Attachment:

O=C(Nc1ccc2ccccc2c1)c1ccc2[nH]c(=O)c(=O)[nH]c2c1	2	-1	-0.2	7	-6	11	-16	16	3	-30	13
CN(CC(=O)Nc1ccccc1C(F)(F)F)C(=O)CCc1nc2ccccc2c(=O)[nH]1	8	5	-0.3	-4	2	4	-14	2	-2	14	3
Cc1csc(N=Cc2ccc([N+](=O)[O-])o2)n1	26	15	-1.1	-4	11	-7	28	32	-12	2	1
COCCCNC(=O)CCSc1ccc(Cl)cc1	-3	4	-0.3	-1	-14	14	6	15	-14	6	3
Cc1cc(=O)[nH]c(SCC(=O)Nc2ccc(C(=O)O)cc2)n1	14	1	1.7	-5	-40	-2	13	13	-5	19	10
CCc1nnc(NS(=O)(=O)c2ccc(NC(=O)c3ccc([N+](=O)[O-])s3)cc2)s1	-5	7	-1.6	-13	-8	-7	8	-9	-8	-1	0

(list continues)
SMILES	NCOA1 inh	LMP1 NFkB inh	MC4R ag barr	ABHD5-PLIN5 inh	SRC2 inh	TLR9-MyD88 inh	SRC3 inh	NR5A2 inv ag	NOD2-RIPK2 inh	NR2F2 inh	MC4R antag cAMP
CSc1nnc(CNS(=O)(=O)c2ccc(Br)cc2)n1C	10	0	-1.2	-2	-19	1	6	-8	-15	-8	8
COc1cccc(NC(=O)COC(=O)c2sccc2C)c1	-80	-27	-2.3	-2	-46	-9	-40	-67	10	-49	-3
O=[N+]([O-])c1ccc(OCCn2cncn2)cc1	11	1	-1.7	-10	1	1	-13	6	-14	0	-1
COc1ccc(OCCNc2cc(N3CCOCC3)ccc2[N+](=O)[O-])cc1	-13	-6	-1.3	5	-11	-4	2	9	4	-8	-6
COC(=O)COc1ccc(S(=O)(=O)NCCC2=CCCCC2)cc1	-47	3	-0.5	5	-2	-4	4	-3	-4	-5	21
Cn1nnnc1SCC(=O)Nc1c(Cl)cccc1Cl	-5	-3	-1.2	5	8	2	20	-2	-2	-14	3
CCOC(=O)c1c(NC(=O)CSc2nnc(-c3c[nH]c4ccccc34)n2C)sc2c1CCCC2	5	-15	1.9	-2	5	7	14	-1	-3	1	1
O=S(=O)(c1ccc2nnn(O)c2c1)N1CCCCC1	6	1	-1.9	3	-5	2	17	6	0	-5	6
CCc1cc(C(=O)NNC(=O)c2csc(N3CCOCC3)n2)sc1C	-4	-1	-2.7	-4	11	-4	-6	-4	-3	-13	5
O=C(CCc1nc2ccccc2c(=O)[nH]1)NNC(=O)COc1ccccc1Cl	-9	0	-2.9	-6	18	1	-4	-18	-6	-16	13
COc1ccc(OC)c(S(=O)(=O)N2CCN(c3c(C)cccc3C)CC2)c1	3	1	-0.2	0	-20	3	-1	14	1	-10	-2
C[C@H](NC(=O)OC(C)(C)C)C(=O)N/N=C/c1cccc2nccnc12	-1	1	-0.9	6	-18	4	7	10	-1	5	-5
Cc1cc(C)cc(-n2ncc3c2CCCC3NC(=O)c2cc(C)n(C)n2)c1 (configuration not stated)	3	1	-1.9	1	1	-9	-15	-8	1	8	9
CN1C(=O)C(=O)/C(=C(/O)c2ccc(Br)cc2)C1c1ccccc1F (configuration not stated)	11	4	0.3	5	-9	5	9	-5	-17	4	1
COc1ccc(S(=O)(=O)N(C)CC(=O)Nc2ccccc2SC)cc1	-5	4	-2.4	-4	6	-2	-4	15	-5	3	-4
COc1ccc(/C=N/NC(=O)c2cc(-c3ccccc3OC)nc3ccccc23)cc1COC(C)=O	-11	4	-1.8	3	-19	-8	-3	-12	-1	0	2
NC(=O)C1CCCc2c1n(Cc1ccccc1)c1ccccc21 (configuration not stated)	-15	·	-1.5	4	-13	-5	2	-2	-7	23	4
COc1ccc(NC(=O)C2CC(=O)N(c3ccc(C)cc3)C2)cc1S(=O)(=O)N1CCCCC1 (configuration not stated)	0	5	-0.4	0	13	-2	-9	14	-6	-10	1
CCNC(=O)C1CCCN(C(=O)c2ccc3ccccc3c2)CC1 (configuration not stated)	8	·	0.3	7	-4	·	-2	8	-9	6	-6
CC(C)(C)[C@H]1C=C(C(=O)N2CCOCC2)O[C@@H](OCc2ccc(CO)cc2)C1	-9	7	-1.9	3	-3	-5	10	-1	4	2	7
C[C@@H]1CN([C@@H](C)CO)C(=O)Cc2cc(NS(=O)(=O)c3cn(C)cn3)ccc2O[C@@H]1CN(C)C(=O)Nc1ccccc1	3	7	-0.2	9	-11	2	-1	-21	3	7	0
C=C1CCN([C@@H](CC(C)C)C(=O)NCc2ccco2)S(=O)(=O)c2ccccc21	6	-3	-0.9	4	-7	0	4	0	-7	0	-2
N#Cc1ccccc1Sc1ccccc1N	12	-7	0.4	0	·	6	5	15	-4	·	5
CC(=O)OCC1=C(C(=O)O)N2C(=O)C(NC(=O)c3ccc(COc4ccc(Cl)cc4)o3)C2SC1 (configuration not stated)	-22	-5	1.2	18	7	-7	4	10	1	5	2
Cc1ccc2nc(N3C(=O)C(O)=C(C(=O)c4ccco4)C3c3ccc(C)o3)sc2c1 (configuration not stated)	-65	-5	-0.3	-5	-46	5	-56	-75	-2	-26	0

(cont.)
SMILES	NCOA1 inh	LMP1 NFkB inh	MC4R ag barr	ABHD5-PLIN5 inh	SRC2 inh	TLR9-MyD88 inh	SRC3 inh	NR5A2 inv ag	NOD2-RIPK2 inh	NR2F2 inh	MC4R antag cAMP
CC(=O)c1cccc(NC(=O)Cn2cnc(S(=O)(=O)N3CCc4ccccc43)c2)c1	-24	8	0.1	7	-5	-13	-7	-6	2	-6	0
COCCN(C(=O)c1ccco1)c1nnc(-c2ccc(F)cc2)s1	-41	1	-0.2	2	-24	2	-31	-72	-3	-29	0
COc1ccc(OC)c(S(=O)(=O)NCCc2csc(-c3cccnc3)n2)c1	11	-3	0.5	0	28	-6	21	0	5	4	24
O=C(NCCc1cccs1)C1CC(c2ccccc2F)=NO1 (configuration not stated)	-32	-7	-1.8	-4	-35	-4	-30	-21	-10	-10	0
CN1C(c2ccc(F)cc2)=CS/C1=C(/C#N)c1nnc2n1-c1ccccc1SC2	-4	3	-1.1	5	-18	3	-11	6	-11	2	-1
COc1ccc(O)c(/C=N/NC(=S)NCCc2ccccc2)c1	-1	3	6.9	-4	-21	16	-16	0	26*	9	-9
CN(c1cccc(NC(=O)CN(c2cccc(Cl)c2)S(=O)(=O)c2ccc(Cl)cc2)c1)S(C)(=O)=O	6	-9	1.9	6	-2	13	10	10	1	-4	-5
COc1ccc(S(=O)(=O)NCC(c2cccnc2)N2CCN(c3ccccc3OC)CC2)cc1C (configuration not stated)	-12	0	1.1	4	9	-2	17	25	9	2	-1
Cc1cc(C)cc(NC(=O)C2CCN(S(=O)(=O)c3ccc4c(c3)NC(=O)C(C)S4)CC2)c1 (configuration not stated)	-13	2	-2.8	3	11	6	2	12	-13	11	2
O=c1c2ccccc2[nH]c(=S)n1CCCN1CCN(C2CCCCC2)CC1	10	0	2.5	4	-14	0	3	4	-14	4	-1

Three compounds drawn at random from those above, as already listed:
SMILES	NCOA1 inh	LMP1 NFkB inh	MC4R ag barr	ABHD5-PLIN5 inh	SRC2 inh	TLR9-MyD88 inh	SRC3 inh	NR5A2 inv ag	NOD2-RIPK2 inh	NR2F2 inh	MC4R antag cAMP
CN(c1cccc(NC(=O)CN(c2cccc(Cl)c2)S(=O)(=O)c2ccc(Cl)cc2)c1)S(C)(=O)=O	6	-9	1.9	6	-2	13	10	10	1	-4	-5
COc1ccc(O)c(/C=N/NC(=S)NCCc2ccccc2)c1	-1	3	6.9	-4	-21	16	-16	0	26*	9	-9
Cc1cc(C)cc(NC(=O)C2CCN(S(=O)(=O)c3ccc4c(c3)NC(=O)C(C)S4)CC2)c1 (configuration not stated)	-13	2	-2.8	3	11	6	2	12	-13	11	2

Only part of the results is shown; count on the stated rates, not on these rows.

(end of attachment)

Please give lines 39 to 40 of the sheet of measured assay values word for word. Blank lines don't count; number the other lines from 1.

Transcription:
O=C(NCCc1cccs1)C1CC(c2ccccc2F)=NO1 (configuration not stated)	-32	-7	-1.8	-4	-35	-4	-30	-21	-10	-10	0
CN1C(c2ccc(F)cc2)=CS/C1=C(/C#N)c1nnc2n1-c1ccccc1SC2	-4	3	-1.1	5	-18	3	-11	6	-11	2	-1